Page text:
It is a painful process, but I decided to do it. Then I stopped doing it when I found another piece of info in the daily reports that summarizes confidential wells that have commenced producing or have been plugged. I guessed that would be the number (assumed that no wells would need to be plugged) and NDIC Director Lynn Helms confirmed it.
When I counted confidential wells that started selling oil in November I found 26 of them:
|Date||Confidential Selling Oil|
That would suggest that the true number of completions in the month of November was 67 (41 in the daily activity reports and 26 confidential wells) and not 26 as reported in the Director’s Cut.
Oil Market Data Quality Issues Isn’t Unique To North Dakota
The oil production data that comes out of North Dakota is arguably important for investors, and mistakes like this really shouldn’t happen.
A quick common sense review of the numbers suggests that 26 completions has to be wrong.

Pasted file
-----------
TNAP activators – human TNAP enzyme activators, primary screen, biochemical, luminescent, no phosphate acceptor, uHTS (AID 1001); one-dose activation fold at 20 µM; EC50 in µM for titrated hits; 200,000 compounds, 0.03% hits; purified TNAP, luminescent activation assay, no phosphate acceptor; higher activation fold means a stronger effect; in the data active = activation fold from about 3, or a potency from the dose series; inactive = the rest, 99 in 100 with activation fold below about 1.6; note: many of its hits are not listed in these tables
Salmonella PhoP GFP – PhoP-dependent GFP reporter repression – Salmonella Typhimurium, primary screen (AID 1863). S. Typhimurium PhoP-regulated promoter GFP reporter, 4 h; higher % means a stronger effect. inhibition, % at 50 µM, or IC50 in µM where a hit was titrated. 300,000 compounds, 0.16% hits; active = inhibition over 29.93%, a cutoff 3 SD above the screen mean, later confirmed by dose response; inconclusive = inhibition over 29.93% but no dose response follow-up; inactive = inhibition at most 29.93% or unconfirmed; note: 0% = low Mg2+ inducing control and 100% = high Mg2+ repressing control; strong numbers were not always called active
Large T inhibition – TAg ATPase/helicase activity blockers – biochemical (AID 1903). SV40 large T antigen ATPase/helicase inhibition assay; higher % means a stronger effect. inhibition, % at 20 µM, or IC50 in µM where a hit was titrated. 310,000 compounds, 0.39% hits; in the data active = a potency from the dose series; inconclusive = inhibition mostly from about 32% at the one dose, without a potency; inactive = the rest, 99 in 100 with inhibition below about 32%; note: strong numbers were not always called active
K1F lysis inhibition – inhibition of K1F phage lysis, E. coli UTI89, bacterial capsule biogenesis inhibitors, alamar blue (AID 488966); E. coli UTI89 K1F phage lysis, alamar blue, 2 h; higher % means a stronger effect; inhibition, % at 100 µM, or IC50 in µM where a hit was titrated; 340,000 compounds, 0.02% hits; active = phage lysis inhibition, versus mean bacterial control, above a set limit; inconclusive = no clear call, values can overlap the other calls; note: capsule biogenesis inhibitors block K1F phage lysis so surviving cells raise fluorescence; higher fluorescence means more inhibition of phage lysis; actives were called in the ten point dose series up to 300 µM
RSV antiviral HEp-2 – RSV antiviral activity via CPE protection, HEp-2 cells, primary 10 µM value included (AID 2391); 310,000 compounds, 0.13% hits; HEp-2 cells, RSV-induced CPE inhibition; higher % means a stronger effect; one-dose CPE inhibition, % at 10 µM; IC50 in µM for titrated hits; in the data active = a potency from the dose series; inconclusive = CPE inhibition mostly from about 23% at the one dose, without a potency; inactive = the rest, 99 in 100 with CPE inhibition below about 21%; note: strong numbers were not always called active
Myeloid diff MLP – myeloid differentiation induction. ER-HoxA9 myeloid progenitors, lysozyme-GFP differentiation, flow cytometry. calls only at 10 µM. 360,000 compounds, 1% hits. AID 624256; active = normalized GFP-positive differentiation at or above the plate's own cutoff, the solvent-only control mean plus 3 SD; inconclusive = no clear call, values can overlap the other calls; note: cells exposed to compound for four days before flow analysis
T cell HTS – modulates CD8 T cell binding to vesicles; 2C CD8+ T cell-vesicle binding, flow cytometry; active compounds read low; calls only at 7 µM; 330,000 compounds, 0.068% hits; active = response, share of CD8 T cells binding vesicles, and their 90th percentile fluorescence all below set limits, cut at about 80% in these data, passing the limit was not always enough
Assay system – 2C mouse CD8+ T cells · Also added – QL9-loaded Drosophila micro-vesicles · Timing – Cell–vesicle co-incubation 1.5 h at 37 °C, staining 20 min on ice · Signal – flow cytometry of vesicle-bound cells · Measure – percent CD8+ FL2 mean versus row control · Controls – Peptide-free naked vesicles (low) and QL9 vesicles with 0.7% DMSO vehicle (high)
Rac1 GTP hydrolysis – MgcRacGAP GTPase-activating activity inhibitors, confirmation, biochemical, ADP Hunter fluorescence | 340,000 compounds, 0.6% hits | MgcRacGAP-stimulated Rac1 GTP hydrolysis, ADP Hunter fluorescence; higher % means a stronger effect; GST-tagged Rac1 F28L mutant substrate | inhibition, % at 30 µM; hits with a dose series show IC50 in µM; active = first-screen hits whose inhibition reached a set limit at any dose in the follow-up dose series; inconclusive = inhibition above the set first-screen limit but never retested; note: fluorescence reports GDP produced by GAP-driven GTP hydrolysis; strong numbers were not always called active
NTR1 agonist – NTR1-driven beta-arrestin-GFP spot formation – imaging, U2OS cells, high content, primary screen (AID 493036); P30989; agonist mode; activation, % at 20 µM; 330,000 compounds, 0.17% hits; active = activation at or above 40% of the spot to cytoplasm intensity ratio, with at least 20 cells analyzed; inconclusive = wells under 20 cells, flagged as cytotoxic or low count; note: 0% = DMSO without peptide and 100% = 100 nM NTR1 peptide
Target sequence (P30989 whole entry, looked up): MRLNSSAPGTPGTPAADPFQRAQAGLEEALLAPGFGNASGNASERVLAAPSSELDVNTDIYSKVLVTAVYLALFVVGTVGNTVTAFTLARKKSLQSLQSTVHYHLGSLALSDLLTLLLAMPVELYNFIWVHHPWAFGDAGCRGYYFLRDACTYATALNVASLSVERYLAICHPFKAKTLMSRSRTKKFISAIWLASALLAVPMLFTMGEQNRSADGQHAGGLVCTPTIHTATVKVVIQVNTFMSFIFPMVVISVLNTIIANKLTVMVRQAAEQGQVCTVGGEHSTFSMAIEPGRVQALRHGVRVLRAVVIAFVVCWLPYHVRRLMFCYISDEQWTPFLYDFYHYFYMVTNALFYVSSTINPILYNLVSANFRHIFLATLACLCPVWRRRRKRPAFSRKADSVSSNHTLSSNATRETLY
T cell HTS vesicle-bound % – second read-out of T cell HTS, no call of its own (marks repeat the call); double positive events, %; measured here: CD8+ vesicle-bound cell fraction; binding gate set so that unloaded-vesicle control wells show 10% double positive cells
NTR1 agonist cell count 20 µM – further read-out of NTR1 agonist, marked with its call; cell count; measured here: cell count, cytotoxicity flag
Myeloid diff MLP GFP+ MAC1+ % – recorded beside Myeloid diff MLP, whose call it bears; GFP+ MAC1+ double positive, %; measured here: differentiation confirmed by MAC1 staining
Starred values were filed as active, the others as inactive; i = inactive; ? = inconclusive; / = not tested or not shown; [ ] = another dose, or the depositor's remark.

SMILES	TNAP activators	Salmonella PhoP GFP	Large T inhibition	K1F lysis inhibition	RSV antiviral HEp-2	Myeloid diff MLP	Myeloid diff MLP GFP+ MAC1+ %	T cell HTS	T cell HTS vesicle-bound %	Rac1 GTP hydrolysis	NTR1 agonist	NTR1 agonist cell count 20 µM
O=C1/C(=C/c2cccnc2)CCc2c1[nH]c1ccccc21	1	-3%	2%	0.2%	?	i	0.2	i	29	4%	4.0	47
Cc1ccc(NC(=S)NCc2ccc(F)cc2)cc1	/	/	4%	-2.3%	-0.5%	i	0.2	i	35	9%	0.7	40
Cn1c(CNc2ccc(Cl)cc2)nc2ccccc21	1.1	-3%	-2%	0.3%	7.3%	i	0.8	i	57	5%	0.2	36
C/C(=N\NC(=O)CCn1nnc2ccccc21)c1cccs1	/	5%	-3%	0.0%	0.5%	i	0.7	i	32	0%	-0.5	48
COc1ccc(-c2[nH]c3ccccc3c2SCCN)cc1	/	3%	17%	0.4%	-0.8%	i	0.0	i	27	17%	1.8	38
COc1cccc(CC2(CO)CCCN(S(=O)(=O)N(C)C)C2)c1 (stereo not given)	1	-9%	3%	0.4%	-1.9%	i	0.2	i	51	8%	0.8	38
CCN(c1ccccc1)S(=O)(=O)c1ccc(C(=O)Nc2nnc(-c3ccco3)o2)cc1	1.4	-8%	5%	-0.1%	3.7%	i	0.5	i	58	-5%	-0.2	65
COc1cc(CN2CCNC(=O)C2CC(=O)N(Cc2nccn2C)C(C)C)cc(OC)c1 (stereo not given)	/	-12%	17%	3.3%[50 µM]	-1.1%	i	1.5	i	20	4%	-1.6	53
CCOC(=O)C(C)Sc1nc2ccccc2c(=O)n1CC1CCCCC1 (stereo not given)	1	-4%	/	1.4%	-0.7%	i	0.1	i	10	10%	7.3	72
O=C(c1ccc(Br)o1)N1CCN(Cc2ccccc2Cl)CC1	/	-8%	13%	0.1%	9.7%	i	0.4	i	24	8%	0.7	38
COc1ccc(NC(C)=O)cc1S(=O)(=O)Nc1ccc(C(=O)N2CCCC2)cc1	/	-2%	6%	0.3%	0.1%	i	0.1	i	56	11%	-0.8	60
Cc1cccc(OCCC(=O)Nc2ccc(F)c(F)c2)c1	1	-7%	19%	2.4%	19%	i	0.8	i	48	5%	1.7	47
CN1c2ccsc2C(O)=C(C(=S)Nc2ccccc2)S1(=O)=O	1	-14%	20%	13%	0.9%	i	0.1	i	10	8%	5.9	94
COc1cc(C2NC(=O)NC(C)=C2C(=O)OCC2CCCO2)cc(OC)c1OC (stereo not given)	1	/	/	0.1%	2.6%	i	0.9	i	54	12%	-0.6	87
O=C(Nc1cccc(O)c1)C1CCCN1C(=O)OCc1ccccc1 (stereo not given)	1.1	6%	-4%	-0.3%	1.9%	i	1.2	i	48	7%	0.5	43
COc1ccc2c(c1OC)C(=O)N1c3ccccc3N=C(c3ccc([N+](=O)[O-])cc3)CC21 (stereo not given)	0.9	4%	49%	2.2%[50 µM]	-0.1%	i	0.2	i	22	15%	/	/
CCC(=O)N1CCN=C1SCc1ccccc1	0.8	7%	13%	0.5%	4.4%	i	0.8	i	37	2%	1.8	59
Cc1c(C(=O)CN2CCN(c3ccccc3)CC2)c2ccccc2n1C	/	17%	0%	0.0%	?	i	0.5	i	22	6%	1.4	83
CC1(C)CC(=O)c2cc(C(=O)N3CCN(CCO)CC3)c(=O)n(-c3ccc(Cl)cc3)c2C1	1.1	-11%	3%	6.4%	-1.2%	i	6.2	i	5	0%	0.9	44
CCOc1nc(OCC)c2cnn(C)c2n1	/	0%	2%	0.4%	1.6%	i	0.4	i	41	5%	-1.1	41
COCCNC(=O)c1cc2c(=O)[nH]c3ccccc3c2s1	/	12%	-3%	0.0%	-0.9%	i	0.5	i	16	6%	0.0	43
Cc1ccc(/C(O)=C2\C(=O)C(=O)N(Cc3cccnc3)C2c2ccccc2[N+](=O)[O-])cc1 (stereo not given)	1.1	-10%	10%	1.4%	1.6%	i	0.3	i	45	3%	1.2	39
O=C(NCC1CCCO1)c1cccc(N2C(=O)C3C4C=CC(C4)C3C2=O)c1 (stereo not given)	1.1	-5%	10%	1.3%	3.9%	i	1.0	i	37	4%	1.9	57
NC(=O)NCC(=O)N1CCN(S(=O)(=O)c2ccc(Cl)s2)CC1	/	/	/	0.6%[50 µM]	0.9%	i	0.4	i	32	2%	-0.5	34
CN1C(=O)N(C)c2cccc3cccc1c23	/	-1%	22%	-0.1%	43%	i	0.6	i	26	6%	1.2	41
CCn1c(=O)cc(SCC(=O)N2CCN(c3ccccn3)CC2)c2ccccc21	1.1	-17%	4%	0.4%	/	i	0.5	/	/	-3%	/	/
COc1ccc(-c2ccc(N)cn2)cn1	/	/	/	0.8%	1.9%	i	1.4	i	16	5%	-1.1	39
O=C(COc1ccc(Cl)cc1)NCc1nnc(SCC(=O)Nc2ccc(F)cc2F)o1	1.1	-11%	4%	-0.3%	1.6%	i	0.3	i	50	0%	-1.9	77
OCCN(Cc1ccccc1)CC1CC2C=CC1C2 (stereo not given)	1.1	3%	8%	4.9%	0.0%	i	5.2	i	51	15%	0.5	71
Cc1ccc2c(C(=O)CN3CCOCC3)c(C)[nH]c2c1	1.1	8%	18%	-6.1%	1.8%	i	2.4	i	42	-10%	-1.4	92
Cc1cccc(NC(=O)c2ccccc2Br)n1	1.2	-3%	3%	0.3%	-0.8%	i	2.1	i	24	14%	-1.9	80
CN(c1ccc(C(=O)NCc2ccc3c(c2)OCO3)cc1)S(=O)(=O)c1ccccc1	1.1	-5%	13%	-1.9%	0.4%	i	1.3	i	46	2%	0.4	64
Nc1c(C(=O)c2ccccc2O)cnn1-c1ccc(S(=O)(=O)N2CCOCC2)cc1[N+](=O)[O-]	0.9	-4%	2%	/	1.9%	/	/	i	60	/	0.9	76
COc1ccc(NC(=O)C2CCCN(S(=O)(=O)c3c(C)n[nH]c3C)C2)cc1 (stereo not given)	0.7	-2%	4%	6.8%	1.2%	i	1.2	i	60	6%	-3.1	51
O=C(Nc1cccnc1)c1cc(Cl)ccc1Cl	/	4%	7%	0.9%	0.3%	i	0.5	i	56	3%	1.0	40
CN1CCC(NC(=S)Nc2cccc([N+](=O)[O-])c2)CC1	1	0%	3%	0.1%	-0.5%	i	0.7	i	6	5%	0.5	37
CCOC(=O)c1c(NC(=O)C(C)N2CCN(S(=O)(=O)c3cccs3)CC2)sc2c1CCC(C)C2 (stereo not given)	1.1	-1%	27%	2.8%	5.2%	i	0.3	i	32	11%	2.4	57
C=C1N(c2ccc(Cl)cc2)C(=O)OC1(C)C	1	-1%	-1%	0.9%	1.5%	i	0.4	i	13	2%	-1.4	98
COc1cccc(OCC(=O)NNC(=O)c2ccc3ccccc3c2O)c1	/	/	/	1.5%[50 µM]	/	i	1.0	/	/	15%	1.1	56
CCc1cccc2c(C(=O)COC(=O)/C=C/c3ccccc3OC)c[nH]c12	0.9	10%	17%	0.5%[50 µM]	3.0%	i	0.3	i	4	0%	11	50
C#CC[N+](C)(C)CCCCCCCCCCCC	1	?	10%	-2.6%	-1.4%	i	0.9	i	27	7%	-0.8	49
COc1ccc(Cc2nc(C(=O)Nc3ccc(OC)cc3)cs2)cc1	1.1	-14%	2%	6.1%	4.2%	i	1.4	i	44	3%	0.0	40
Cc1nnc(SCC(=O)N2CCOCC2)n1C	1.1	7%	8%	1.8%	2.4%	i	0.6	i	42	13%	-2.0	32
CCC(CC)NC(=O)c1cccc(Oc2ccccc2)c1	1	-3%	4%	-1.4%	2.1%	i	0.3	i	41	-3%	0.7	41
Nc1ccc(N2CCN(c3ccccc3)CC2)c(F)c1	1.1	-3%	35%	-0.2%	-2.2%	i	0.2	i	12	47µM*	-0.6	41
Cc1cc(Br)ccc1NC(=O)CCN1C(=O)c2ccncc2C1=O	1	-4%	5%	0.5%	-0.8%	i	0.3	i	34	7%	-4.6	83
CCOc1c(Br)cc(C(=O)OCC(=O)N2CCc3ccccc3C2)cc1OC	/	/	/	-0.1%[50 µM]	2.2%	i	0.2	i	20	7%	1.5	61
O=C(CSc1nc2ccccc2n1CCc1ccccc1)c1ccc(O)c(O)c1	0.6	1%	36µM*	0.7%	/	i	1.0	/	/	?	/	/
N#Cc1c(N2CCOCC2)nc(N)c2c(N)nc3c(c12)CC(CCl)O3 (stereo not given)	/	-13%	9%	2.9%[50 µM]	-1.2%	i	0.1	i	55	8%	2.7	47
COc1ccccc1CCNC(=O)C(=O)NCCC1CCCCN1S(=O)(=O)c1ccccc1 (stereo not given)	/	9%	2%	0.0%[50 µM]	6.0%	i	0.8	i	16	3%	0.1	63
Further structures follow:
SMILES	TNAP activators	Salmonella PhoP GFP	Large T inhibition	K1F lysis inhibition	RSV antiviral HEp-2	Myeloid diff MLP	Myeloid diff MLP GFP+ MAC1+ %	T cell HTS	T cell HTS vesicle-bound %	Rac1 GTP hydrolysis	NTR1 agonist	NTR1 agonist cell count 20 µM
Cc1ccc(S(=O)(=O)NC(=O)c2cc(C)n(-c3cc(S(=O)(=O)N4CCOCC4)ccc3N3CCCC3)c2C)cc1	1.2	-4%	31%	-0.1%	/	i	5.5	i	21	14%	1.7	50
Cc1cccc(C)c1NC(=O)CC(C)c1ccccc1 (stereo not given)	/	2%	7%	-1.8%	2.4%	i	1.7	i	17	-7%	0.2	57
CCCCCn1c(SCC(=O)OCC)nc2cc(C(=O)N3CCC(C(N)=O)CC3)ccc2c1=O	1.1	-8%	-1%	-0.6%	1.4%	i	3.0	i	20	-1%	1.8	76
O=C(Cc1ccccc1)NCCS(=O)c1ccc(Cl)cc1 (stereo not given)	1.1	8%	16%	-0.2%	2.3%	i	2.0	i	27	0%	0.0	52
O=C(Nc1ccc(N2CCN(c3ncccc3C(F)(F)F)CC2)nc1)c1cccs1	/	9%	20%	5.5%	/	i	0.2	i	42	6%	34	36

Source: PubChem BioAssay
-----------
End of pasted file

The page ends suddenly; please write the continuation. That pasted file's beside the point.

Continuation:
But don’t be too hard on these guys. The oil reporting agencies with much, much bigger budgets make much bigger mistakes.
All the time.
John Kemp from Reuters last week had a great article on the questionable quality of oil market data. In particular Kemp detailed the
International Energy Agency’s historical difficulties in forecasting global oil demand.
This is an issue I also touched on earlier this year when I referred to the following findings from Raymond James:
US brokerage firm Raymond James took the IEA’s initial reporting of global oil supply and demand over a 15 year period and compared it to what the IEA’s final figures were for the same period several years later.
They found that on average the IEA had to revise its demand estimates higher by 700,000 barrels per day.
It is one thing to make a mistake. But the IEA underestimates demand over and over and over again!
Considering these data challenges you can see why predicting where oil prices are headed is so difficult.
Remember my analogy of digging to find buried treasure—and sometimes coming up empty? That’s what this exercise was, in the sense that it did NOT change how I would invest in the energy sector right now.
But it does prove that nobody really knows what is happening in the oil market unless they’re looking at history, and not trying to foretell the future.